Food & Nutrition

Does getting food assistance from the federal SNAP program mean that people improve their diets? Not so much — at least according to recent nutritional research. Is it even reasonable to expect it to do so?
Reducing sodium consumption to ward off hypertension, stroke and heart disease has been the goal of nutritionists for many years. They warned that much of the sodium intake comes not from the salt added at the table, but from processed foods. But a new study indicates that the sodium content of such foods has decreased over a recent 15-year period.
Orthorexia — "straight eating" — is the latest entry on the list of eating disorders that can afflict us. But so far it hasn't been acknowledged as a separate entity by the psychiatric professionals. Is it really something new, or an offshoot of an older type?
EWG warns the public about pesticide residues on produce, and tell people to buy organic instead. What they leave out is all of the organic pesticides, some even sprayed on the day food gets on the truck.
A team of Spanish researchers believes it's discovered a fruity concoction that reduces muscle soreness. The formula is a combination of watermelon and pomegranate juice enriched with citrulline and ellagitannins, ingredients that are linked to beneficial metabolic effects and performance enhancement.
So how's your sex life?  If not to your liking, then thinking differently about it will likely help improve it, and perhaps your health as well. That's according to a new study which found that enjoyable perceptions and participation regarding sex will make middle-aged adults feel better – and younger – than their actual age. However, while adults 40-years-old and up were included in the research, the participant group of just over 1,000 skewed heavily towards those who were white, married and employed. So while these findings are interesting and potentially important, it's not certain that they also apply to single adults, and those of other races. (Future research with a wider participant pool would likely produce better insight on this topic.)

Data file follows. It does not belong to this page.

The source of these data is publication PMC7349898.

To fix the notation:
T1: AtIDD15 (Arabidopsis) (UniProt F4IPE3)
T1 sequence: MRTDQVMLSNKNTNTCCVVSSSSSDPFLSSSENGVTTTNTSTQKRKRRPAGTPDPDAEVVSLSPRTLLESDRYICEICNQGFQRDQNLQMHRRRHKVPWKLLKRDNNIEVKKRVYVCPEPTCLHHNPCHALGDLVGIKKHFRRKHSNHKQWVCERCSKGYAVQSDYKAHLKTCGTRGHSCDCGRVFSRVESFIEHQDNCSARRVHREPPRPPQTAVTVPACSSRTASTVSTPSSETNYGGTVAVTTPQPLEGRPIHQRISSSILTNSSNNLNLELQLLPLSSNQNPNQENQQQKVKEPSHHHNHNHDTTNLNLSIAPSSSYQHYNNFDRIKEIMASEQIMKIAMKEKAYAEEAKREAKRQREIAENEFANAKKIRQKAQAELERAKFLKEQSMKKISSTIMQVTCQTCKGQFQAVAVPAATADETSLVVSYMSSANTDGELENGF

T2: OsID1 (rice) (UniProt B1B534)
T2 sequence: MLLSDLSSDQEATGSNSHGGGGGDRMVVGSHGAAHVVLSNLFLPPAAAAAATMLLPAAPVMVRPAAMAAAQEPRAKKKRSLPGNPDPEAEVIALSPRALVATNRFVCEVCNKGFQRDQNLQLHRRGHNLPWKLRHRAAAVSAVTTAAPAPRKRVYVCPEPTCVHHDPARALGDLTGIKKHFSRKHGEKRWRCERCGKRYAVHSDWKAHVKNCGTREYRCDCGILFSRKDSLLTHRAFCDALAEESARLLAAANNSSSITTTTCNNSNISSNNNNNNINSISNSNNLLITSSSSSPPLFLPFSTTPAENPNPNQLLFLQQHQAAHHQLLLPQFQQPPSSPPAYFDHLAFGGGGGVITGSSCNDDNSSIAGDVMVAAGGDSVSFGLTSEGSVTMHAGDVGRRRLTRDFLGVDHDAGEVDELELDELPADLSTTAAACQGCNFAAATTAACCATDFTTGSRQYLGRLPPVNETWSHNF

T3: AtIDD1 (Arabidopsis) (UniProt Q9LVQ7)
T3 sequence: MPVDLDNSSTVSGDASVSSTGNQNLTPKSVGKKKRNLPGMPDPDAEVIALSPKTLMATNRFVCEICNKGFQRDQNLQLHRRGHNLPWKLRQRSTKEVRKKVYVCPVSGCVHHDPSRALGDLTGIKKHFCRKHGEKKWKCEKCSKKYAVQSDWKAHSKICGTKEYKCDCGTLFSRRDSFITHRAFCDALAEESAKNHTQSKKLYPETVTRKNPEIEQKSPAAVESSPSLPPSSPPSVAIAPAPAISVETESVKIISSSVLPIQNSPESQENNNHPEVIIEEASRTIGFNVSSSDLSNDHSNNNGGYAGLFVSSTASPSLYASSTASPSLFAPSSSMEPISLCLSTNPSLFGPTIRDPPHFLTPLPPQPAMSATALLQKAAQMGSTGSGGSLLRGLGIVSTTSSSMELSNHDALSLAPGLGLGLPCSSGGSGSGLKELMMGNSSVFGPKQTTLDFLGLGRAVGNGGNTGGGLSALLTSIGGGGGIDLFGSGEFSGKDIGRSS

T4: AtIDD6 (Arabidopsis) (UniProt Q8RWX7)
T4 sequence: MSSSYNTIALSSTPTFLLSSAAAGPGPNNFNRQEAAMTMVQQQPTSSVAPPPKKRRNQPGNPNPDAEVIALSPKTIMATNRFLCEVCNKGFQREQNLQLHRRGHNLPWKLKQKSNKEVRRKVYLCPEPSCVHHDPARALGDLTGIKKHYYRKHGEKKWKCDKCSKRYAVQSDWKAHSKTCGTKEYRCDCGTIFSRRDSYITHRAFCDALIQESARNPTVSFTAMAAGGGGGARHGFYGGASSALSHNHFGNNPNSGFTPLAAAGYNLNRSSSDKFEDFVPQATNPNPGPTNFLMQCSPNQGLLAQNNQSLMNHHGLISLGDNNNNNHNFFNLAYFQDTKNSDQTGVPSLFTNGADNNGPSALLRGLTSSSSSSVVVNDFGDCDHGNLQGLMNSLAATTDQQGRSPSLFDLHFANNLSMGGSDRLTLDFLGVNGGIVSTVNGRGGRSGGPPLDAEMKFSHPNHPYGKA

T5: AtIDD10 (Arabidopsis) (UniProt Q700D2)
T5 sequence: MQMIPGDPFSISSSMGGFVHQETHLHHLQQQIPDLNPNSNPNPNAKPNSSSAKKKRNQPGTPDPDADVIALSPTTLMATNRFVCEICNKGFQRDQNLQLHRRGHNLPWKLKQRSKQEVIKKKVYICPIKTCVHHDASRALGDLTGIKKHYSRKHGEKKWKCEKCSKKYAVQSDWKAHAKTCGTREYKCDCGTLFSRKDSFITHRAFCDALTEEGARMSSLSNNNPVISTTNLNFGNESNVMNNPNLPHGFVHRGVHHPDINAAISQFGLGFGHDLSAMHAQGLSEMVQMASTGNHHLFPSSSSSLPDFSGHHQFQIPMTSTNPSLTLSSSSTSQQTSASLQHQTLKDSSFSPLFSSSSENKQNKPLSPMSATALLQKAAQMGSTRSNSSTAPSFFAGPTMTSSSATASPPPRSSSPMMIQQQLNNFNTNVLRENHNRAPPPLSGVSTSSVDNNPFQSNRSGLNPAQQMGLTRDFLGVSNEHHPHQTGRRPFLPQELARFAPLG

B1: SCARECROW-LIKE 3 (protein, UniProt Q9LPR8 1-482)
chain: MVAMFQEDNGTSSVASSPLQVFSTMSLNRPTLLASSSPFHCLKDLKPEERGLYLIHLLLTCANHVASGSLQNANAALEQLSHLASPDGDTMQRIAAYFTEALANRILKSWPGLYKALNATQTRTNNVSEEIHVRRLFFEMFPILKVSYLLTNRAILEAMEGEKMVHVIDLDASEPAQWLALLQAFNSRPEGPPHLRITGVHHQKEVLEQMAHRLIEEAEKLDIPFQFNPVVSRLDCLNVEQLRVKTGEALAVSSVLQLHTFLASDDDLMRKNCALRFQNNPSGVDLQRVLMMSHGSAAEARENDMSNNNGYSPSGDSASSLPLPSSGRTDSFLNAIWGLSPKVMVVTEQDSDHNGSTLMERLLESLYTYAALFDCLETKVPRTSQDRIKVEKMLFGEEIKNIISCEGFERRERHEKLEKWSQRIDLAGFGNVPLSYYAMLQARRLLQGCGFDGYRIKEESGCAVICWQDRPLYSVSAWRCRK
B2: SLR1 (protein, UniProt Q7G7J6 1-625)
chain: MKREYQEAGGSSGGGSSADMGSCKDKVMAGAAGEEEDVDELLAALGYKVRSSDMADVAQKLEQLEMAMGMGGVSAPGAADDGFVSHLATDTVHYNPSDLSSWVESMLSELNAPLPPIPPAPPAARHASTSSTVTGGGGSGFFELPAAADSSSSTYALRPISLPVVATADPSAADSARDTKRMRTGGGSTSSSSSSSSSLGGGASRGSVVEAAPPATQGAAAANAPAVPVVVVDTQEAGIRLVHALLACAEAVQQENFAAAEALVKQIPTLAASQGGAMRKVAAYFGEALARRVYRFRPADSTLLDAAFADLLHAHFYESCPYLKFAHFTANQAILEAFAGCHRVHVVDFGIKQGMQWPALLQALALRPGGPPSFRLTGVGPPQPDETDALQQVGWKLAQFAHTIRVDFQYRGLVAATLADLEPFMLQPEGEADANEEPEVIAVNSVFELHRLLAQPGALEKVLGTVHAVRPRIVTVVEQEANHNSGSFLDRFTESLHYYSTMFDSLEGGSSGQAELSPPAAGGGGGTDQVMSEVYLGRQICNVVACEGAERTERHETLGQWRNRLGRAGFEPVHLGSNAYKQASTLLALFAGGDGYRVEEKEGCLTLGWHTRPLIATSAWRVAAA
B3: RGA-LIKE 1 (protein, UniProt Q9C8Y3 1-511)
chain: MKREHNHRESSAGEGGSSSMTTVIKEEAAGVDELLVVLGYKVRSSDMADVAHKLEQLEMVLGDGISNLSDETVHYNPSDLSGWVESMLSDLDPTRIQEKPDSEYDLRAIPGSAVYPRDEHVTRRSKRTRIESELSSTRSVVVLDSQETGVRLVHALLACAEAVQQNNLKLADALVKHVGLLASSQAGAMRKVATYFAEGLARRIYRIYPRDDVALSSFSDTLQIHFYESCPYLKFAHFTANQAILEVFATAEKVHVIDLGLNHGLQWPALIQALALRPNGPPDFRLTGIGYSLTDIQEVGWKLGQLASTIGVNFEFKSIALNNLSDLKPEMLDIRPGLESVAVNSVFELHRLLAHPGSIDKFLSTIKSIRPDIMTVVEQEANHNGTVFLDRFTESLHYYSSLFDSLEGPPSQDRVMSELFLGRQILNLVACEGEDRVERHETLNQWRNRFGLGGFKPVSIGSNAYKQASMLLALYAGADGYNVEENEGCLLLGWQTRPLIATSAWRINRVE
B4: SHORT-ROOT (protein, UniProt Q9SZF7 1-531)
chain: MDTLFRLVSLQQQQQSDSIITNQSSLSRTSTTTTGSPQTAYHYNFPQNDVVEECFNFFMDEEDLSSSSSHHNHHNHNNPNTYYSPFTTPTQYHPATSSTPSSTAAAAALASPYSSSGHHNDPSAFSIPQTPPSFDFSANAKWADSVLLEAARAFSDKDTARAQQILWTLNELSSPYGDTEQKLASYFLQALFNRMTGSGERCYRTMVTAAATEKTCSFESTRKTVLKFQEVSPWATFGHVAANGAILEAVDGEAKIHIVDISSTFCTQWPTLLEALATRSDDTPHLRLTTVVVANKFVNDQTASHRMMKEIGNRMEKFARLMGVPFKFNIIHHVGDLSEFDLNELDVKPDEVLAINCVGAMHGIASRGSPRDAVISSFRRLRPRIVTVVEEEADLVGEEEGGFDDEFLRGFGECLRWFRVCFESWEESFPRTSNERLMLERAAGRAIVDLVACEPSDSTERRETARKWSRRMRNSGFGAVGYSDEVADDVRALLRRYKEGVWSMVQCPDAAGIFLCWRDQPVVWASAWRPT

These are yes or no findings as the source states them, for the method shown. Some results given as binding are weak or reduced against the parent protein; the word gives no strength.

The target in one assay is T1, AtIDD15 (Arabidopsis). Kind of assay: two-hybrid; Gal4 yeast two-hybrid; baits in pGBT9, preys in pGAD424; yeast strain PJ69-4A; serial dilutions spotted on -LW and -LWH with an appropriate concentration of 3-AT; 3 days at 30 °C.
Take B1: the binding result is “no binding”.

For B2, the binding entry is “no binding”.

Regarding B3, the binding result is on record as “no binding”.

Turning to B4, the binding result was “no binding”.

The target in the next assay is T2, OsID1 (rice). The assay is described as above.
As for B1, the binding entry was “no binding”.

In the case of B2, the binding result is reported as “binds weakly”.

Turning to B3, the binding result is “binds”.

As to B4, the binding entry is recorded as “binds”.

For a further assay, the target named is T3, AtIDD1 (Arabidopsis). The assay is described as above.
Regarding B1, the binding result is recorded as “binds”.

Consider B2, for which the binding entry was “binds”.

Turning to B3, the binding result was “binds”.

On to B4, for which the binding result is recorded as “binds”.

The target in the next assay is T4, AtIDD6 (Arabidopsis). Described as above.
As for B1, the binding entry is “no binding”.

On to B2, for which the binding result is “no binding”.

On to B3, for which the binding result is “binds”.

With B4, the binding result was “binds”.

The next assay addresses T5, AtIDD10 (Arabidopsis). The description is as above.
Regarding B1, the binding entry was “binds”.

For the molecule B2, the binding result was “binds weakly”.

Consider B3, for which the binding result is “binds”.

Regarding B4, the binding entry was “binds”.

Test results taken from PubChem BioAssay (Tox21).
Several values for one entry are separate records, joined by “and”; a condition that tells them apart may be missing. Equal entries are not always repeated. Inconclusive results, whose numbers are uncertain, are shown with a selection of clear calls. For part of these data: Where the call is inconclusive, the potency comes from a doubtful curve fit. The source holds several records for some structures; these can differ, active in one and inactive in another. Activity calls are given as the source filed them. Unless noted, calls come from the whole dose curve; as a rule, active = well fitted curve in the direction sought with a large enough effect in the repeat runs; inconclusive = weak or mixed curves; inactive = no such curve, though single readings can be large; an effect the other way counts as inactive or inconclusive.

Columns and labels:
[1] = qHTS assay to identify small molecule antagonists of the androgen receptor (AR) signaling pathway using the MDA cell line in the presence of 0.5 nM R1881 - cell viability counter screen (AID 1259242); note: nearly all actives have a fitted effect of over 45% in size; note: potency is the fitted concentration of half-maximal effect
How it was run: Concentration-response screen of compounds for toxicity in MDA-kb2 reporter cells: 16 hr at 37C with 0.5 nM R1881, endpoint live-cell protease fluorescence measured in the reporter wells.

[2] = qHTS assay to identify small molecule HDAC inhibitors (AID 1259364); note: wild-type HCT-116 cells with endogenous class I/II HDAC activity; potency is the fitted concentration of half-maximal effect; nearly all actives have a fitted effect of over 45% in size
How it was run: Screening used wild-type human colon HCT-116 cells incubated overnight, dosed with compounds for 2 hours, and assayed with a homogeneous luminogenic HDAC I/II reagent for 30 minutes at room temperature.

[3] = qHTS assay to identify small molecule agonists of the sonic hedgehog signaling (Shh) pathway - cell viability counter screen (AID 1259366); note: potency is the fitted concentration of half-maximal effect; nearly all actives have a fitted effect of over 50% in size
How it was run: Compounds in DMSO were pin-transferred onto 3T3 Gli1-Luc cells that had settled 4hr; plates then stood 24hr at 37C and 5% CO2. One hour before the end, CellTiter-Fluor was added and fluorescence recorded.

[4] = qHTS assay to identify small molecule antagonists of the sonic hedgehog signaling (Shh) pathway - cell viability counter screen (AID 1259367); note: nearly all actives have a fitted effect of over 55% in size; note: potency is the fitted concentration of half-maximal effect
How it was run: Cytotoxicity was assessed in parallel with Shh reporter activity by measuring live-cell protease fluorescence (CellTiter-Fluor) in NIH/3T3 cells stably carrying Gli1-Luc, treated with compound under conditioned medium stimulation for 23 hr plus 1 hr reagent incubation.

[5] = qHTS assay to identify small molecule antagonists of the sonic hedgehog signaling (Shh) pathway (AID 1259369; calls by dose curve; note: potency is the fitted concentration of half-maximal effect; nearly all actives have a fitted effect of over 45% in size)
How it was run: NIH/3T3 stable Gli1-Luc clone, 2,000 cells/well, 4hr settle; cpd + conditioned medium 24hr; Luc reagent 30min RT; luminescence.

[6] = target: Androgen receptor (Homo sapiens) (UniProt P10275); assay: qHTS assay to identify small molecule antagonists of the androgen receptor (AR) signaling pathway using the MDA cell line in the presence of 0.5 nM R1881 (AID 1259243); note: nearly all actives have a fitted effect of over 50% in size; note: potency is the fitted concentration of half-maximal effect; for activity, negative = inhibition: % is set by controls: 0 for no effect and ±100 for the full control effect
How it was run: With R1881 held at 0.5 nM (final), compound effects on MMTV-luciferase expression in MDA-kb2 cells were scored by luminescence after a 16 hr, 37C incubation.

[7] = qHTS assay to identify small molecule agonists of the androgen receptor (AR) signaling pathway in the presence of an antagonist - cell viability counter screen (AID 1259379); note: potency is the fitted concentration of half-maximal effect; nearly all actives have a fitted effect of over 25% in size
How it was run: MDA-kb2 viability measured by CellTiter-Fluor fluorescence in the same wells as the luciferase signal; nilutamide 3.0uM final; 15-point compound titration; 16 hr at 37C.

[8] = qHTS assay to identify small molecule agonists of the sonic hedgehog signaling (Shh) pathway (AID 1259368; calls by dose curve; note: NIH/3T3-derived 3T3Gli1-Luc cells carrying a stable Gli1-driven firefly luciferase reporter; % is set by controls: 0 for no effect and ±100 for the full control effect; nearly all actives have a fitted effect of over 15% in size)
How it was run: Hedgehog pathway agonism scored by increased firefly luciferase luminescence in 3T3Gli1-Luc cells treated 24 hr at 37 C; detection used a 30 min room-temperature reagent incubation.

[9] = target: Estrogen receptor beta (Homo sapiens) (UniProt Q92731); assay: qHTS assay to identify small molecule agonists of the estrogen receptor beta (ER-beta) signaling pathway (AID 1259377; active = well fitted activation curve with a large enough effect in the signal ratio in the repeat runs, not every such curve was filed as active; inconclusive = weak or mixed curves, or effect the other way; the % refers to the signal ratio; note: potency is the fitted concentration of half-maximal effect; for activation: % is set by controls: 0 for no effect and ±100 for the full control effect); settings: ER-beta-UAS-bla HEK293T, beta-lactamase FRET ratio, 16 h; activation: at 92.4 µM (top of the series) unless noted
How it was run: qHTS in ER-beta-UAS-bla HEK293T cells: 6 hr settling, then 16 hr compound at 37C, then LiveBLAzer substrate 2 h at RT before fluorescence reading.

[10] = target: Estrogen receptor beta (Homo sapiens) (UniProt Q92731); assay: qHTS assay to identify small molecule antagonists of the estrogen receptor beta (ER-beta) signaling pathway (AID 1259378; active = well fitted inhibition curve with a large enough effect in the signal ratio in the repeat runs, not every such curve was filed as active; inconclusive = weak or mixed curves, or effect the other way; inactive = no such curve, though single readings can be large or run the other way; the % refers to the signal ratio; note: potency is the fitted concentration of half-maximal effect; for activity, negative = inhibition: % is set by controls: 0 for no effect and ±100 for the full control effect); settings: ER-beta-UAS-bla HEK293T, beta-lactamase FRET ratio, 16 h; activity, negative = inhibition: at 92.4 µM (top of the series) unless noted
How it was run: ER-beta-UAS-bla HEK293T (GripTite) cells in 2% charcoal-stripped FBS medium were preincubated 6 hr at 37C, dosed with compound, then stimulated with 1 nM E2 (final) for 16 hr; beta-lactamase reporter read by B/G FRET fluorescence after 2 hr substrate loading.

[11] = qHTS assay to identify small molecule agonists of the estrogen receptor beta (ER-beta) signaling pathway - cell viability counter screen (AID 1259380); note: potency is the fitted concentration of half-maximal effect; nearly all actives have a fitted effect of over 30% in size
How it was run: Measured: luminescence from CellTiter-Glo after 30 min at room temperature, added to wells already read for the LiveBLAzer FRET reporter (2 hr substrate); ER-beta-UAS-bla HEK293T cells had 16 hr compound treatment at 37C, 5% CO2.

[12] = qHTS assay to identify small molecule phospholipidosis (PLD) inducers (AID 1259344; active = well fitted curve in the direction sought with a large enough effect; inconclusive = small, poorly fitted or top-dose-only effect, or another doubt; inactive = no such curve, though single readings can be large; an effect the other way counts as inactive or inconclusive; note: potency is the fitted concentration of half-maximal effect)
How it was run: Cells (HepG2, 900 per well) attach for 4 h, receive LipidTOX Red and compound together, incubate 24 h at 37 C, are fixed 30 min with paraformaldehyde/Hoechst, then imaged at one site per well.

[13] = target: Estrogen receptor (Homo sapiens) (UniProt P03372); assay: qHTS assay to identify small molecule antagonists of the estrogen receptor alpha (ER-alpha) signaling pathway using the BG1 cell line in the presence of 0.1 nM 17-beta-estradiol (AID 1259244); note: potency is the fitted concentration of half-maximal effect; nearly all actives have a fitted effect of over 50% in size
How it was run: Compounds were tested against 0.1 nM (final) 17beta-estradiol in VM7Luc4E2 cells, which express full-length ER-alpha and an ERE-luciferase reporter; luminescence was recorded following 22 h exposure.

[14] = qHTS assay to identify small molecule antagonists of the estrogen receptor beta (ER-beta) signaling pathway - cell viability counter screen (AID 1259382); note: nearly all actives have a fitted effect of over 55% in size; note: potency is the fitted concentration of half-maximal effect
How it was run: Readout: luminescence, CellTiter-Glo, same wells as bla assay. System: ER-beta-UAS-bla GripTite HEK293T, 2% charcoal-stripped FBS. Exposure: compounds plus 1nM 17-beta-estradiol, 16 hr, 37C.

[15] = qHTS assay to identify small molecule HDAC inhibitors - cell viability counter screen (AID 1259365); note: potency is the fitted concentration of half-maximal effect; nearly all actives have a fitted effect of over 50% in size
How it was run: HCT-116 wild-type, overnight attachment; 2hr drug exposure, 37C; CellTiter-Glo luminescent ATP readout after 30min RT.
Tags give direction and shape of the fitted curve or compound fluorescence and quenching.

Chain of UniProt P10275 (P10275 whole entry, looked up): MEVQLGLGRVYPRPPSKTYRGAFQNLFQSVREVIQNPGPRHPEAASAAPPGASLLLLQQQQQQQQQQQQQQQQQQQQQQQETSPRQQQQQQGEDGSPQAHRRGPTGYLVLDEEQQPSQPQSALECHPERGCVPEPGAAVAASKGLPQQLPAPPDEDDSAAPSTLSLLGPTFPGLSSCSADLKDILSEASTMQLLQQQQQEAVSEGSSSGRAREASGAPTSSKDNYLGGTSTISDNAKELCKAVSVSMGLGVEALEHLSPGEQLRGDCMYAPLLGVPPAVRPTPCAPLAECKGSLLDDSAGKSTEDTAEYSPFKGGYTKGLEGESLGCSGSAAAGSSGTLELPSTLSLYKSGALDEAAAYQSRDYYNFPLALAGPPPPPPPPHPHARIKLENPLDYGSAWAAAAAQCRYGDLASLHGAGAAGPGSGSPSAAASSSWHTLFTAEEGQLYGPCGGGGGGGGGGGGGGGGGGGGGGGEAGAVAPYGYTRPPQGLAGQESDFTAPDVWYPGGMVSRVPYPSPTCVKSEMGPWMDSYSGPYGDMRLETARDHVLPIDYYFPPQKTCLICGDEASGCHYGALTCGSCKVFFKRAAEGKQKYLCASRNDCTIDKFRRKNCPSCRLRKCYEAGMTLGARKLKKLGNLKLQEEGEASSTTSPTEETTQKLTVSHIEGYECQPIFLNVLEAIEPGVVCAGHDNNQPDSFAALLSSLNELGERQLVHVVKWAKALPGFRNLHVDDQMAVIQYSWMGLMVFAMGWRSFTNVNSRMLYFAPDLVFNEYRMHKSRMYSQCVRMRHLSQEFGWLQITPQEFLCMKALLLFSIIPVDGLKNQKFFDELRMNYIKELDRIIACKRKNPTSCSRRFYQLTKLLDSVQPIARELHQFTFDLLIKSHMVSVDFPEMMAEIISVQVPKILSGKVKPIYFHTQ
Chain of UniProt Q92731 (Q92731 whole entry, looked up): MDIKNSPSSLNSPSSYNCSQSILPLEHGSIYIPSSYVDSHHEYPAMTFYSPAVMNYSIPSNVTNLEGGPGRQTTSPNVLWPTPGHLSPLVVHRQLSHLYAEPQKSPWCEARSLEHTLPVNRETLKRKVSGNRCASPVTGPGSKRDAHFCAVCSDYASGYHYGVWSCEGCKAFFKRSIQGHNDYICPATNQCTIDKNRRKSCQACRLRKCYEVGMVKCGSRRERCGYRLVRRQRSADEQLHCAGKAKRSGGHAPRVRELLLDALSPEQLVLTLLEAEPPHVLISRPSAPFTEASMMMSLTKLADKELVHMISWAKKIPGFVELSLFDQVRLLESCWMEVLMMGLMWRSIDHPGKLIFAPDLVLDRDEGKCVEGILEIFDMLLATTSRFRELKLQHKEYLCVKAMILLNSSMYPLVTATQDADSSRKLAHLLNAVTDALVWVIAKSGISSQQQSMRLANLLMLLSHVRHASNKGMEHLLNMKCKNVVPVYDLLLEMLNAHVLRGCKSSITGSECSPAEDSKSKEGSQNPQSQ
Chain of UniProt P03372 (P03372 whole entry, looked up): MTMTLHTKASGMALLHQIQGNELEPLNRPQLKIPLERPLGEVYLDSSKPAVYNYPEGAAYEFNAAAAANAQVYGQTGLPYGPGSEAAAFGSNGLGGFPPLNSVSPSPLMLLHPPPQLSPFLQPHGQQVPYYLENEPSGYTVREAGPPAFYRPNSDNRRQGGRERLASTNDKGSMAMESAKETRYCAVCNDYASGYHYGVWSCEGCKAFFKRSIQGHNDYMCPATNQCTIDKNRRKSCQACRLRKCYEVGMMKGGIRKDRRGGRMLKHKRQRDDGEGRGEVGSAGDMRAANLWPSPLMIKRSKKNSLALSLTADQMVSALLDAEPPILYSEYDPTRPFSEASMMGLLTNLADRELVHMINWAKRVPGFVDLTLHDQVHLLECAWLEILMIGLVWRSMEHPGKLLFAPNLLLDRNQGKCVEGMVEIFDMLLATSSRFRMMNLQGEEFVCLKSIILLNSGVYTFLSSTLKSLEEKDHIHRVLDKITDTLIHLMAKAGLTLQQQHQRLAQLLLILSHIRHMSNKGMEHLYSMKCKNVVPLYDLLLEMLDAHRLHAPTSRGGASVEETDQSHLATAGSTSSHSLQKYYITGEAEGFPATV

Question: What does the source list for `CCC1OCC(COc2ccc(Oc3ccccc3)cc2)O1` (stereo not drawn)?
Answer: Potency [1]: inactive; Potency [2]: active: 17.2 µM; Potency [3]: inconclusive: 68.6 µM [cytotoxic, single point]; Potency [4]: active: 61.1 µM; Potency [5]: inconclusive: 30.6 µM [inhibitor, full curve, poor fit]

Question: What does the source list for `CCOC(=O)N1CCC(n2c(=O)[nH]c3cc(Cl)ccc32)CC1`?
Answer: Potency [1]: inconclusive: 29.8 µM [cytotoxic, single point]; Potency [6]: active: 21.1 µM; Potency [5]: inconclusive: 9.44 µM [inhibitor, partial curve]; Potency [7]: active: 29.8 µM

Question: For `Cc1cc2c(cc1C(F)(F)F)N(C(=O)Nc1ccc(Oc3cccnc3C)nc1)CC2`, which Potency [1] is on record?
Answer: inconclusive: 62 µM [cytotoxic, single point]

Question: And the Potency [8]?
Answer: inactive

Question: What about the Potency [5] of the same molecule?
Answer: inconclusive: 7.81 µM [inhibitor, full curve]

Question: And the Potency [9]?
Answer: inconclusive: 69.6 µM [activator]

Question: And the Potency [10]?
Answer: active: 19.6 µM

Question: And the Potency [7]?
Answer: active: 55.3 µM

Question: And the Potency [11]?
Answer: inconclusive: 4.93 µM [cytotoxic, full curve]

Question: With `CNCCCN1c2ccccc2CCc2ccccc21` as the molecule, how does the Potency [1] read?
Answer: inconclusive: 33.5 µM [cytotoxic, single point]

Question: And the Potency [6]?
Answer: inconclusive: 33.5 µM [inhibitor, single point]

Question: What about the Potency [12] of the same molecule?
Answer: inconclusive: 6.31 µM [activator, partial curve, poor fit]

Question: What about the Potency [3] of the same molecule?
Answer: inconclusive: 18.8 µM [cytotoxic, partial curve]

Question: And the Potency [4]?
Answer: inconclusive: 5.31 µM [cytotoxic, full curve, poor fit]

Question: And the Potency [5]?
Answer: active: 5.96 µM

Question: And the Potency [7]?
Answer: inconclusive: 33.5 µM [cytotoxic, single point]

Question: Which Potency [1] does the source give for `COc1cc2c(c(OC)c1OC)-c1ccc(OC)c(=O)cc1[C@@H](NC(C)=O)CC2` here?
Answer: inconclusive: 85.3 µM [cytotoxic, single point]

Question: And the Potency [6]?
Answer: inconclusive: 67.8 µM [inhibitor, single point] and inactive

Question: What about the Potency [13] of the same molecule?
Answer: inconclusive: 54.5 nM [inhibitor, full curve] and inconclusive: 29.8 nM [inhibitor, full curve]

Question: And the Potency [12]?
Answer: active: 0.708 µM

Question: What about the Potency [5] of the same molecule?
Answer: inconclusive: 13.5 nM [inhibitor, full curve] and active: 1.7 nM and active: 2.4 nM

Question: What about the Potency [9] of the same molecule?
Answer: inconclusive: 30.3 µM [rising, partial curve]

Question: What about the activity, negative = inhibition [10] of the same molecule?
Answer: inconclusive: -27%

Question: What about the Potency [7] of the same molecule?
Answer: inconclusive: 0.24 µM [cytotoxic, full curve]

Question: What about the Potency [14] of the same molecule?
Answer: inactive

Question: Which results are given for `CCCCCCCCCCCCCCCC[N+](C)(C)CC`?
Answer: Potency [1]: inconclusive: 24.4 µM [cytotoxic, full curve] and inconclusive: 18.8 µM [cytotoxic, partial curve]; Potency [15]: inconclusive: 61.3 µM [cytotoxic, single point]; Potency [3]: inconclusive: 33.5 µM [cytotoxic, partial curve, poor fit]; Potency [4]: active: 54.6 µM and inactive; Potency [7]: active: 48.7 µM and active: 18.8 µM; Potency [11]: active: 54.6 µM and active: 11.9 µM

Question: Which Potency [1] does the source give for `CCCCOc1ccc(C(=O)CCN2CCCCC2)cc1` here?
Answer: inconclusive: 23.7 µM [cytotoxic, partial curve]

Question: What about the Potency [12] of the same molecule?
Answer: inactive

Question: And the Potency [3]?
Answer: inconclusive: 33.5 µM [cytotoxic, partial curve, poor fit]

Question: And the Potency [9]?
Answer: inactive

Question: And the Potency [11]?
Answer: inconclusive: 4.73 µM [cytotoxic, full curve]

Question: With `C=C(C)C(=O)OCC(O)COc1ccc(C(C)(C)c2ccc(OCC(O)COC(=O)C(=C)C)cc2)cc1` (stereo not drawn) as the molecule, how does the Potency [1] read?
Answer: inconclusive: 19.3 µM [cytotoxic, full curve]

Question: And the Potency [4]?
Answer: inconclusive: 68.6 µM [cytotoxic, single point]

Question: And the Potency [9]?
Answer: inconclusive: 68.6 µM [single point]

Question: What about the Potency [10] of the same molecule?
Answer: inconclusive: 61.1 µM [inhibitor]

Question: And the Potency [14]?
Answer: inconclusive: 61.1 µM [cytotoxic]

An important question is what type of exercise — aerobic, such as walking, swimming or bike riding; or resistance, such as weight lifting — would help the older obese person who's looking to lose weight? The answer is both, particularly when done in tandem.
As a busy working parent, I admit that I sometimes (ok, frequently) grab a granola bar as a substitute for lunch... and breakfast. I am not saying that it is the healthiest choice. But, in today's world of running from work to school to the gym to everything else - sometimes there is no time to sit down and prepare a well balanced meal - or any meal at all.  This is exactly the space that Soylent, a full time meal replacement product, is trying to fill.  What is Soylent? Just in case there was any doubt, the informative video on the soylent website states right away that "soylent is food" and "although it it not intended to replace every meal, it is able to replace any meal." 
Many things in life invite skepticism, but the safety of pasteurized milk is not one of them. In fact, the CDC's new report states that unpasteurized dairy products cause 840 times more illnesses and 45 times more hospitalizations than pasteurized products. But guess what? Raw milk sales are rising as people (falsely) believe it's healthier.   
Once again, the Ramazini Foundation published a study suggesting that the artificial sweetener sucralose causes cancer —specifically blood cancers — in mice. But a panel from the European Food Safety Authority analyzed that study and found that its conclusions were spurious and in no way should be construed to indict the sweetener. Can we say we told you so?
The search for the "best" way to lose weight has lately focused on the idea of intermittent fasting. But unfortunately for its enthusiastic proponents, a new well-designed study indicates that simply changing the pattern of calorie restriction isn't more effective for weight loss than simply restricting energy intake consistently.
Not all nuts – the kind that grow on trees – are created equal. Some, like cashews, macadamia nuts and Brazil nuts, are thought to have too much saturated fat to allow them to bear a FDA "heart-healthy" label. But new research suggests that the type of saturated fat in cashews is actually neutral when it comes to raising LDL-cholesterol.